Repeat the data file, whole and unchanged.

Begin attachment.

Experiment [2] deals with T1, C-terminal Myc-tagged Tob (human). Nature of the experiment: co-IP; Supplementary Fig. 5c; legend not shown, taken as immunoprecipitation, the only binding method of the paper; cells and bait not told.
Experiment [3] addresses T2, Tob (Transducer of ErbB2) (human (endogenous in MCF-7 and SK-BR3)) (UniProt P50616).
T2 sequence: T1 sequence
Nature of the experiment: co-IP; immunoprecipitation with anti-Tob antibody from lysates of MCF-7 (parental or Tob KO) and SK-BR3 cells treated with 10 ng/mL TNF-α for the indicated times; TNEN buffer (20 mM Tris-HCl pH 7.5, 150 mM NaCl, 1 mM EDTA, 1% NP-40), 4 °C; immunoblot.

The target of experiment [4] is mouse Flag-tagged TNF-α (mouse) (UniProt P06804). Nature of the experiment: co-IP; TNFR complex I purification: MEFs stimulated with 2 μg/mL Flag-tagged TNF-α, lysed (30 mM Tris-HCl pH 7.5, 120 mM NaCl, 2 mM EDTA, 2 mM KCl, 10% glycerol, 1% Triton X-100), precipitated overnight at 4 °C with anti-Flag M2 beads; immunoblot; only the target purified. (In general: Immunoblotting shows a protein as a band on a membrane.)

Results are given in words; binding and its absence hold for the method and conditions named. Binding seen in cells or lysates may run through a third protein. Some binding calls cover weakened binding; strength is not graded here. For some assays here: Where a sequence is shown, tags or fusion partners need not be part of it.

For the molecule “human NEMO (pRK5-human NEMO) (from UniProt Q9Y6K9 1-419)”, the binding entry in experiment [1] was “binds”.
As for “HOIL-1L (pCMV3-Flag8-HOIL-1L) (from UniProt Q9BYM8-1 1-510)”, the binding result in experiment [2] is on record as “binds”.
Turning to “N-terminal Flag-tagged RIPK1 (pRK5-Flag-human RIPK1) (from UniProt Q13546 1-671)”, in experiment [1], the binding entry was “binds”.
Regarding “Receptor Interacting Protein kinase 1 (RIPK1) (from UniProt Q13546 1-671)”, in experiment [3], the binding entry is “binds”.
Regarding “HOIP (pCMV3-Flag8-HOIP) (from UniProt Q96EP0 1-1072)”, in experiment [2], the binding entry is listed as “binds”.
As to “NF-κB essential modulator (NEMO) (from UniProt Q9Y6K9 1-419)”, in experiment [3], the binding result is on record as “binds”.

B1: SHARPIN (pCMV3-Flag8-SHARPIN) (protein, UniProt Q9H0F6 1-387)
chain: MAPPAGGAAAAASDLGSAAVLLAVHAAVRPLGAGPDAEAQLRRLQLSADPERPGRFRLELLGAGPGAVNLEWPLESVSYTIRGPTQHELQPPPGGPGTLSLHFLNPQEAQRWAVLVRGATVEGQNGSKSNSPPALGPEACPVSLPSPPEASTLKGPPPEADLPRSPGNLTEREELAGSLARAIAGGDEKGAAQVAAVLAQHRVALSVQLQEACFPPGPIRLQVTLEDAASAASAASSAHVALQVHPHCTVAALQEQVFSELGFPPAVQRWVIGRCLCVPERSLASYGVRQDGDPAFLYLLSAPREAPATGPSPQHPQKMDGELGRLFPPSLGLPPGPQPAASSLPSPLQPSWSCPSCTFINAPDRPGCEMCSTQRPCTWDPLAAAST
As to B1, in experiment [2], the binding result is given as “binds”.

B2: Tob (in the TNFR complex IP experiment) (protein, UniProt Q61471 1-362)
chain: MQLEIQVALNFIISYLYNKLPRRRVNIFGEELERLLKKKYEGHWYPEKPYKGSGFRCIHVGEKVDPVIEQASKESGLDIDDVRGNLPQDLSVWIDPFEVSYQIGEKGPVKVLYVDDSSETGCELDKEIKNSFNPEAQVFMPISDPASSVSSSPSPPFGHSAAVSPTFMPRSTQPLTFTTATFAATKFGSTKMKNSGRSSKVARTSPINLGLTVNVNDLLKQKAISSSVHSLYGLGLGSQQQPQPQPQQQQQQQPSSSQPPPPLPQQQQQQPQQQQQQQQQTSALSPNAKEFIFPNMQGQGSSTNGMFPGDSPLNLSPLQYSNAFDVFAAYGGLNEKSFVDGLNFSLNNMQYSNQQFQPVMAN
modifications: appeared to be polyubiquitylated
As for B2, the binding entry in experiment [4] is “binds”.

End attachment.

Experiment [2] deals with T1, C-terminal Myc-tagged Tob (human). Nature of the experiment: co-IP; Supplementary Fig. 5c; legend not shown, taken as immunoprecipitation, the only binding method of the paper; cells and bait not told.
Experiment [3] addresses T2, Tob (Transducer of ErbB2) (human (endogenous in MCF-7 and SK-BR3)) (UniProt P50616).
T2 sequence: T1 sequence
Nature of the experiment: co-IP; immunoprecipitation with anti-Tob antibody from lysates of MCF-7 (parental or Tob KO) and SK-BR3 cells treated with 10 ng/mL TNF-α for the indicated times; TNEN buffer (20 mM Tris-HCl pH 7.5, 150 mM NaCl, 1 mM EDTA, 1% NP-40), 4 °C; immunoblot.

The target of experiment [4] is mouse Flag-tagged TNF-α (mouse) (UniProt P06804). Nature of the experiment: co-IP; TNFR complex I purification: MEFs stimulated with 2 μg/mL Flag-tagged TNF-α, lysed (30 mM Tris-HCl pH 7.5, 120 mM NaCl, 2 mM EDTA, 2 mM KCl, 10% glycerol, 1% Triton X-100), precipitated overnight at 4 °C with anti-Flag M2 beads; immunoblot; only the target purified. (In general: Immunoblotting shows a protein as a band on a membrane.)

Results are given in words; binding and its absence hold for the method and conditions named. Binding seen in cells or lysates may run through a third protein. Some binding calls cover weakened binding; strength is not graded here. For some assays here: Where a sequence is shown, tags or fusion partners need not be part of it.

For the molecule “human NEMO (pRK5-human NEMO) (from UniProt Q9Y6K9 1-419)”, the binding entry in experiment [1] was “binds”.
As for “HOIL-1L (pCMV3-Flag8-HOIL-1L) (from UniProt Q9BYM8-1 1-510)”, the binding result in experiment [2] is on record as “binds”.
Turning to “N-terminal Flag-tagged RIPK1 (pRK5-Flag-human RIPK1) (from UniProt Q13546 1-671)”, in experiment [1], the binding entry was “binds”.
Regarding “Receptor Interacting Protein kinase 1 (RIPK1) (from UniProt Q13546 1-671)”, in experiment [3], the binding entry is “binds”.
Regarding “HOIP (pCMV3-Flag8-HOIP) (from UniProt Q96EP0 1-1072)”, in experiment [2], the binding entry is listed as “binds”.
As to “NF-κB essential modulator (NEMO) (from UniProt Q9Y6K9 1-419)”, in experiment [3], the binding result is on record as “binds”.

B1: SHARPIN (pCMV3-Flag8-SHARPIN) (protein, UniProt Q9H0F6 1-387)
chain: MAPPAGGAAAAASDLGSAAVLLAVHAAVRPLGAGPDAEAQLRRLQLSADPERPGRFRLELLGAGPGAVNLEWPLESVSYTIRGPTQHELQPPPGGPGTLSLHFLNPQEAQRWAVLVRGATVEGQNGSKSNSPPALGPEACPVSLPSPPEASTLKGPPPEADLPRSPGNLTEREELAGSLARAIAGGDEKGAAQVAAVLAQHRVALSVQLQEACFPPGPIRLQVTLEDAASAASAASSAHVALQVHPHCTVAALQEQVFSELGFPPAVQRWVIGRCLCVPERSLASYGVRQDGDPAFLYLLSAPREAPATGPSPQHPQKMDGELGRLFPPSLGLPPGPQPAASSLPSPLQPSWSCPSCTFINAPDRPGCEMCSTQRPCTWDPLAAAST
As to B1, in experiment [2], the binding result is given as “binds”.

B2: Tob (in the TNFR complex IP experiment) (protein, UniProt Q61471 1-362)
chain: MQLEIQVALNFIISYLYNKLPRRRVNIFGEELERLLKKKYEGHWYPEKPYKGSGFRCIHVGEKVDPVIEQASKESGLDIDDVRGNLPQDLSVWIDPFEVSYQIGEKGPVKVLYVDDSSETGCELDKEIKNSFNPEAQVFMPISDPASSVSSSPSPPFGHSAAVSPTFMPRSTQPLTFTTATFAATKFGSTKMKNSGRSSKVARTSPINLGLTVNVNDLLKQKAISSSVHSLYGLGLGSQQQPQPQPQQQQQQQPSSSQPPPPLPQQQQQQPQQQQQQQQQTSALSPNAKEFIFPNMQGQGSSTNGMFPGDSPLNLSPLQYSNAFDVFAAYGGLNEKSFVDGLNFSLNNMQYSNQQFQPVMAN
modifications: appeared to be polyubiquitylated
As for B2, the binding entry in experiment [4] is “binds”.